Sustainable Lawn Alternatives

Ready to abandon the clean, green square and create a yard that celebrates your unique point of view? Nothing against turfgrass, conventional lawns and the people who love them. Healthy grass is beautiful, but your world is about options. There are other, even more sustainable ways to work with Mother Nature, conserve resources and have an amazing yard.

Sustainable lawn alternatives that require less water, fertilizer, pest control and mowing encourage biodiversity and have environmental benefits that extend far beyond your yard. These options for sustainable unconventional lawns can get your imagination flowing and help you make your yard your own.

Clover Lawns

A lawn of clover mixed with grasses delivers the best of both worlds. You can still enjoy that barefoot feeling, but you'll have weekends free to do more than mow. Your taller, more natural-looking clover lawn only needs an occasional mow to look its best. Clover also naturally fertilizes itself by fixing soil nitrogen, meaning less fertilizer to leach into groundwater and lakes.

Our Pennington Smart Seed Clover + Grass Mix combines self-sustaining Durana clover with water-conserving grasses that use up to 30% less water than ordinary grass seed. You'll see quick results — even on slopes and hills — and a cloverly carpet that resists drought and disease and lasts for years. Added bonus: Pollinators and other wildlife love to feed on clover blooms.


Groundcover plants

Nature and nurseries are full of non-grass plants that like to lay low. Some types spread quickly. Others like to take it slow. But whatever their growth rate, they go sideways instead of up. That makes for great sustainable alternative lawns. Stick with one type of plant or create a living tapestry of low-growing foliage and blooms. When you have your own yard, the choice is yours.

Some top groundcover plants for nontraditional lawns include water-wise red-tinged creeping sedums, pink-flowered creeping thyme and chartreuse creeping Jenny. See a trend there? "Creeping" is the clue. Creeping groundcovers tend to outcompete other plants, including grasses and weeds. Mosses can be dramatic, low-maintenance groundcovers for yards with acidic soil and lots of shade.


Wildflower meadows

Nature's original no-mow landscape, wildflower meadows bring natural grace and movement to your yard. You'll get color, texture, beautiful flowers and pollinators coming to call. From miniature wildflower meadows and wildflower borders to large plantings with grassy walkways cut through, wildflowers let you nurture your roots and see vibrant blooms where grass once grew.

Our collection of Pennington wildflower seed + mulch mixes offers plenty of options to make your wildflower meadow happen this year. Simple, easy-to-use Pennington Wildflower Mix Garden Mixture and Pennington Wildflower Mix Hummingbird and Butterfly Mixture are great starting points. Then move on to our region-focused wildflower mixes designed for yards from north to south and east to west.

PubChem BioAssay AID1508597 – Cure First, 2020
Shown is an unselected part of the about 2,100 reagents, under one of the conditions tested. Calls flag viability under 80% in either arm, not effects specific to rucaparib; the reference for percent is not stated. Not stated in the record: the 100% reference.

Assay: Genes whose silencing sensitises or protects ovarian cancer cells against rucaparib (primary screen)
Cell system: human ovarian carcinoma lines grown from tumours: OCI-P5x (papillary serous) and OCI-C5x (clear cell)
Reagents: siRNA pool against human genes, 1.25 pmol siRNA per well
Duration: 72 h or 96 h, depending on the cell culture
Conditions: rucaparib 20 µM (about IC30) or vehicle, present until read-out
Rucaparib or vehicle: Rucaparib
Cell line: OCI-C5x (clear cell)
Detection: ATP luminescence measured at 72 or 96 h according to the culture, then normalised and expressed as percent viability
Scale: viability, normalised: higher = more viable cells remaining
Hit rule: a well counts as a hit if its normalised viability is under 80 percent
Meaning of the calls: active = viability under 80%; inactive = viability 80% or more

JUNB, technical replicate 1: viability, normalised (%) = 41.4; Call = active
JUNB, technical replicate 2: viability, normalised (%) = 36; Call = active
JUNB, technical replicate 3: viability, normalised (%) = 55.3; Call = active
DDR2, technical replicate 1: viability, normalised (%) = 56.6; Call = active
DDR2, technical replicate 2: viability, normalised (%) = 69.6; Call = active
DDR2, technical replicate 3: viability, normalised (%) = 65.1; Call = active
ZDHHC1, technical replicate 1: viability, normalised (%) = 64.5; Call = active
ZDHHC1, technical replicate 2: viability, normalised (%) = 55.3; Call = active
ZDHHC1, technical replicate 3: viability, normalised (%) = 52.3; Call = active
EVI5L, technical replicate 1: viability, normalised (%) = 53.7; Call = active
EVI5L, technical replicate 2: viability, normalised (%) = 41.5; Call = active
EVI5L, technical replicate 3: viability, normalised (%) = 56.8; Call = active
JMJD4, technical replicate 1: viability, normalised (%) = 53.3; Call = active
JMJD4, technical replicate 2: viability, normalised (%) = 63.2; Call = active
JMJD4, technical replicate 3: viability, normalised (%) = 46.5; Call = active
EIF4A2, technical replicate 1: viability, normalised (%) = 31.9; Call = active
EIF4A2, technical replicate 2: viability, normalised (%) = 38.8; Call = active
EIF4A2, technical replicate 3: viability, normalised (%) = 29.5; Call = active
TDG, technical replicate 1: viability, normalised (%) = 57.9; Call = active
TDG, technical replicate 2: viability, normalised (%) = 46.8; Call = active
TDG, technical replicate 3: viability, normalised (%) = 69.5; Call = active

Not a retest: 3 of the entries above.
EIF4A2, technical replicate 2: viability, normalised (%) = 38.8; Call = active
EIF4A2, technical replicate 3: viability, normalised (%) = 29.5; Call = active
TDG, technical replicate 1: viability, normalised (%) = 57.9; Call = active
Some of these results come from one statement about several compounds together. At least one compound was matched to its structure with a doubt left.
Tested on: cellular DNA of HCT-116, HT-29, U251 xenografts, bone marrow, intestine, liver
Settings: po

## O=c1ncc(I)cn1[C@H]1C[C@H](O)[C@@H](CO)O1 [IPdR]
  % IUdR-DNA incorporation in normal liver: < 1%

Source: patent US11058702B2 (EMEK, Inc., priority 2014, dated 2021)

Drought-tolerant xeriscapes

It's been more than 40 years since someone coined the term "xeriscaping" to refer to landscaping designed for little or no supplemental irrigation, but you might have noticed a lot of people haven't gotten the memo yet. Xeriscaping replaces thirsty, fertilizer-dependent turfgrass with sustainable, low-maintenance alternatives that don't need extra water to thrive.

The key to good xeriscapes is understanding natural rainfall levels in your area, then choosing plants with that in mind. Ideally, xeriscapes get by on natural precipitation alone, except in times of extreme drought. Water-storing plants, like colorful succulents, are mainstays of drought-tolerant gardens, but any plant that matches your rainfall stats qualifies. Water-conscious mulches of pebbles or pea gravel add the finishing touch.



If growing your own food is high on your wish list, then you'll love this sustainable lawn alternative. Foodscaping, also known as edible landscaping, turns the idea of manicured lawns and restrained vegetable gardens upside down. Like traditional landscaping and gardening, foodscapes highlight color, texture, size and shapes, with one essential extra: FOOD!

Instead of green grass and purple petunias in your front yard, foodscapes heighten ornamental appeal with edibles like crinkly dinosaur kale, vibrant hot peppers or purple-black eggplant heirlooms. Your food's carbon footprint drops dramatically. Lawn mowers, lawn fertilizers and herbicides take a back seat to homegrown vegetables and fruits that look spectacular and feed your family, too.

By replacing some of your lawn — or all of it — with sustainable lawn alternatives, you can make a difference in your yard, your neighborhood and the world. Whatever you imagine, we're here to help make it happen. Have a question? We'd love to hear it. We're Pennington. Let us help your dream come true.

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